Grammatical Categories and Cognition across Five Languages: The Case of Grammatical Gender and its Potential Effects on the Conceptualisation of Objects

Roland Viktor Landor, Andrea Schalley, University, My
The aim of this study was to investigate the potential relationship between grammatical categories and cognition by examining whether grammatical gender affects the conceptualisation of objects. Though several studies have set out to investigate the potential relationship between grammatical gender and cognition, the results to date seem inconclusive and somewhat contradictory. It seems of particular interest to undertake further studies in the area, and one of the aims of this project is to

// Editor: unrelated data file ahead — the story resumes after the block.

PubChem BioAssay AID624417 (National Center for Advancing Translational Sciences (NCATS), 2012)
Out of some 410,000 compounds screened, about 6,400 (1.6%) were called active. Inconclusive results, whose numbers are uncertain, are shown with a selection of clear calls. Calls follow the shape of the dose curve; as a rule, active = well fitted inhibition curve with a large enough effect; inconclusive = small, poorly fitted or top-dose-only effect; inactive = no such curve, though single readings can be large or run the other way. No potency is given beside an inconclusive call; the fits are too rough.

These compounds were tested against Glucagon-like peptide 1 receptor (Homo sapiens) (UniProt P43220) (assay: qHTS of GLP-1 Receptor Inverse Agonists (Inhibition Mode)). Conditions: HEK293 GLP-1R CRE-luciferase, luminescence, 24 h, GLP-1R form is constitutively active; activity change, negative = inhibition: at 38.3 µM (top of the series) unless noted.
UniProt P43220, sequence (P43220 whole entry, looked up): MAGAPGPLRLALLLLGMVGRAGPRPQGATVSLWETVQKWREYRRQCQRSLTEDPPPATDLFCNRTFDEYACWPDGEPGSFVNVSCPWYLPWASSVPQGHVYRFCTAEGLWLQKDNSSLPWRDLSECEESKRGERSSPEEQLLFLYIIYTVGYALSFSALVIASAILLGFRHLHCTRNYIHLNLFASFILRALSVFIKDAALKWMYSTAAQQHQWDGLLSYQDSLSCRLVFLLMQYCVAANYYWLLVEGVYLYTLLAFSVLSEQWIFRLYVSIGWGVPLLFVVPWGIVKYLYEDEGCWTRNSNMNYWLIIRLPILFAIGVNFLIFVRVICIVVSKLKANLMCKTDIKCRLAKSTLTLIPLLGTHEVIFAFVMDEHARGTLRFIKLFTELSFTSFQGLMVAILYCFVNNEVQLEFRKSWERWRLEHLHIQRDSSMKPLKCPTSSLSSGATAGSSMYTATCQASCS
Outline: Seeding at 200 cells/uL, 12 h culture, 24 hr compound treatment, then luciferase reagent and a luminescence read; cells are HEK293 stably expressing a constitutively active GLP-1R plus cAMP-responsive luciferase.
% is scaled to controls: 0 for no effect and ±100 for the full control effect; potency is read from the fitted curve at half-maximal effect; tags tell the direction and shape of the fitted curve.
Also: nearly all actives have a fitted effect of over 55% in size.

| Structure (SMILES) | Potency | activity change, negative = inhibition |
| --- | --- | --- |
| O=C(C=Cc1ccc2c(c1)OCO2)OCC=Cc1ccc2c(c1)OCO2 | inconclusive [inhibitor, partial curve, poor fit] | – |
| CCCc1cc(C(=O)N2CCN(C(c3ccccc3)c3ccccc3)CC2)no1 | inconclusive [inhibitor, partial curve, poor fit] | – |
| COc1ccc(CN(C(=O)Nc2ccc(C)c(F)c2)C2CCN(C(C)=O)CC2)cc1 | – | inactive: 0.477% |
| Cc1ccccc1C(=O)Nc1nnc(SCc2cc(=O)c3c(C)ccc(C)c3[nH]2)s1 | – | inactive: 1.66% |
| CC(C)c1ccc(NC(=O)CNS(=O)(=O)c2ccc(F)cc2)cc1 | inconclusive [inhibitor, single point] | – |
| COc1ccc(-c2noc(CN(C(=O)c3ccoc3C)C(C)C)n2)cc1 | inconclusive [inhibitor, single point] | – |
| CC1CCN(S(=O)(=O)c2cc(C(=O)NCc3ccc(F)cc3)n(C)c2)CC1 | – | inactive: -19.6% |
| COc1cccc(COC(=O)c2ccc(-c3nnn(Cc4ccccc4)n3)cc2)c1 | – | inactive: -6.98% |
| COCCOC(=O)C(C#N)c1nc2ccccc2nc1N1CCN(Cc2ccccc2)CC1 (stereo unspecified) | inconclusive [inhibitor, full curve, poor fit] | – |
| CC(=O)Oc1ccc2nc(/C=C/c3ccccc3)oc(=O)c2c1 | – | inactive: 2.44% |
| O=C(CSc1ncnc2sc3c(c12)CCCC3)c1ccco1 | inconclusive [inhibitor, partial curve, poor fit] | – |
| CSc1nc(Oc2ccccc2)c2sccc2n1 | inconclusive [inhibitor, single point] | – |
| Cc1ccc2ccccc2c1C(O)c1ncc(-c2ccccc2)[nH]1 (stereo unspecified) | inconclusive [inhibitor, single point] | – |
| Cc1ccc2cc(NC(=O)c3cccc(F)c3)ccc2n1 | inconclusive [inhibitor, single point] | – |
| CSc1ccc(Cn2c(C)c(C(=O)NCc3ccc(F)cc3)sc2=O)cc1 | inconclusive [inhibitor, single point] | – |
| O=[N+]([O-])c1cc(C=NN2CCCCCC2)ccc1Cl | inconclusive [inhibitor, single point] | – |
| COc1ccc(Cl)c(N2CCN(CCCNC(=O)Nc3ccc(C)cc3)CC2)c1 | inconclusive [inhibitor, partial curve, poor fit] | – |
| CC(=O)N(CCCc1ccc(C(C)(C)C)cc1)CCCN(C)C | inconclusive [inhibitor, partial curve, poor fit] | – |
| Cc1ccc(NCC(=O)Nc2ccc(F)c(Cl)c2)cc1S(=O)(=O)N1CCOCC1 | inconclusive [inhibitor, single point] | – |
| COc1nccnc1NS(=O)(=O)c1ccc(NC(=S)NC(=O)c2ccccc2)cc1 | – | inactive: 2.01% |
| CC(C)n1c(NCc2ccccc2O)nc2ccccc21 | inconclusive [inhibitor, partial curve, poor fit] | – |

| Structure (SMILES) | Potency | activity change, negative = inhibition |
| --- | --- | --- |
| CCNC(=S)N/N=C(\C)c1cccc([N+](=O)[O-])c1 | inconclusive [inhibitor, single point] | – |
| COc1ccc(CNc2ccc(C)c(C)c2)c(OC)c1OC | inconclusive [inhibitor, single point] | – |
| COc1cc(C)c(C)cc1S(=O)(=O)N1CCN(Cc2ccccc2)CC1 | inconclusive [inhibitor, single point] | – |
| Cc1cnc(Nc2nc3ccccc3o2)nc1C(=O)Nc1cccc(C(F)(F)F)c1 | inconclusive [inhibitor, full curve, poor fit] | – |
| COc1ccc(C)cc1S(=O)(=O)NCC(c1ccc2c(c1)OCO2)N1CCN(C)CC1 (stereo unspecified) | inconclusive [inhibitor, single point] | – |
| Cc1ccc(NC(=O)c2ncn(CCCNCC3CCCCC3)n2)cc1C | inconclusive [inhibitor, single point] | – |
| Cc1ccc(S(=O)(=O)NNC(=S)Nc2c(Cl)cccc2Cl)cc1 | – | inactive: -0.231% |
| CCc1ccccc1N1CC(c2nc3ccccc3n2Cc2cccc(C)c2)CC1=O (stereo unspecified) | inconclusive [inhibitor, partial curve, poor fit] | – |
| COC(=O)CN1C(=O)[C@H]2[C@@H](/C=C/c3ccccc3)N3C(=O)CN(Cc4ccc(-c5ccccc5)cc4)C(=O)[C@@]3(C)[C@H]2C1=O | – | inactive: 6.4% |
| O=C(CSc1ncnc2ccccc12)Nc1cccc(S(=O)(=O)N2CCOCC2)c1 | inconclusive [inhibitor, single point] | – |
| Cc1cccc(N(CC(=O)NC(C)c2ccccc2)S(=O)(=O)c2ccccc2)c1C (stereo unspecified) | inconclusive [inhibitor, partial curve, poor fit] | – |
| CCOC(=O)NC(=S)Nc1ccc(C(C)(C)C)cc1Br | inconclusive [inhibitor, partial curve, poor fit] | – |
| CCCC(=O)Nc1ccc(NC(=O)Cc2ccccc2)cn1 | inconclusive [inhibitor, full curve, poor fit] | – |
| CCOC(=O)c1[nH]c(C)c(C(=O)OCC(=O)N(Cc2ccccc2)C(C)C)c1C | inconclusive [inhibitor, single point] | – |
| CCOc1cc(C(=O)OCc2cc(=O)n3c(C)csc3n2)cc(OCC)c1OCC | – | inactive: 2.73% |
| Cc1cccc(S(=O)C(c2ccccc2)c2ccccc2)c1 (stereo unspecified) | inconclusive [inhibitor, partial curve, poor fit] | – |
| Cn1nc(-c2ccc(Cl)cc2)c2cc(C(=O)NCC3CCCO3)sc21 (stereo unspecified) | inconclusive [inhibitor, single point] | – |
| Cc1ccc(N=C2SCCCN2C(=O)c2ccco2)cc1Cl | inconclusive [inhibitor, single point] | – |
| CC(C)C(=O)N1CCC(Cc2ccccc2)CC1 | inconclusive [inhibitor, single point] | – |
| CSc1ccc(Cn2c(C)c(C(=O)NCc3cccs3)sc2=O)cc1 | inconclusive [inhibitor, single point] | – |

more » ... is project is to establish the groundwork for targeted research into the key issues surrounding the potential relationship between grammatical gender and the gender-related conceptualisation of objects. In order to address the research question guiding this investigation, a three-phase experiment was designed to uncover and represent any potential differences and/or similarities in the ways in which the speakers of five different languages, with differing grammatical gender systems, conceptualise objects. The five selected languages represent three language families: Indo-European (Germanic and Romance), Uralic-Altaic (Finno-Ugric) and Afro-Asiatic (Semitic). These languages provide the most comprehensive coverage to date of a gender loading scale that classifies languages according to the extent to which they oblige their speakers to be mindful of gender. Comparison of the possible effects of a grammatical category, such as grammatical gender, in these five languages was expected to unveil how linguistic categories may interact with cognition.
doi:10.25904/1912/1897 fatcat:72of4tdgifc75ota25g7r7gueq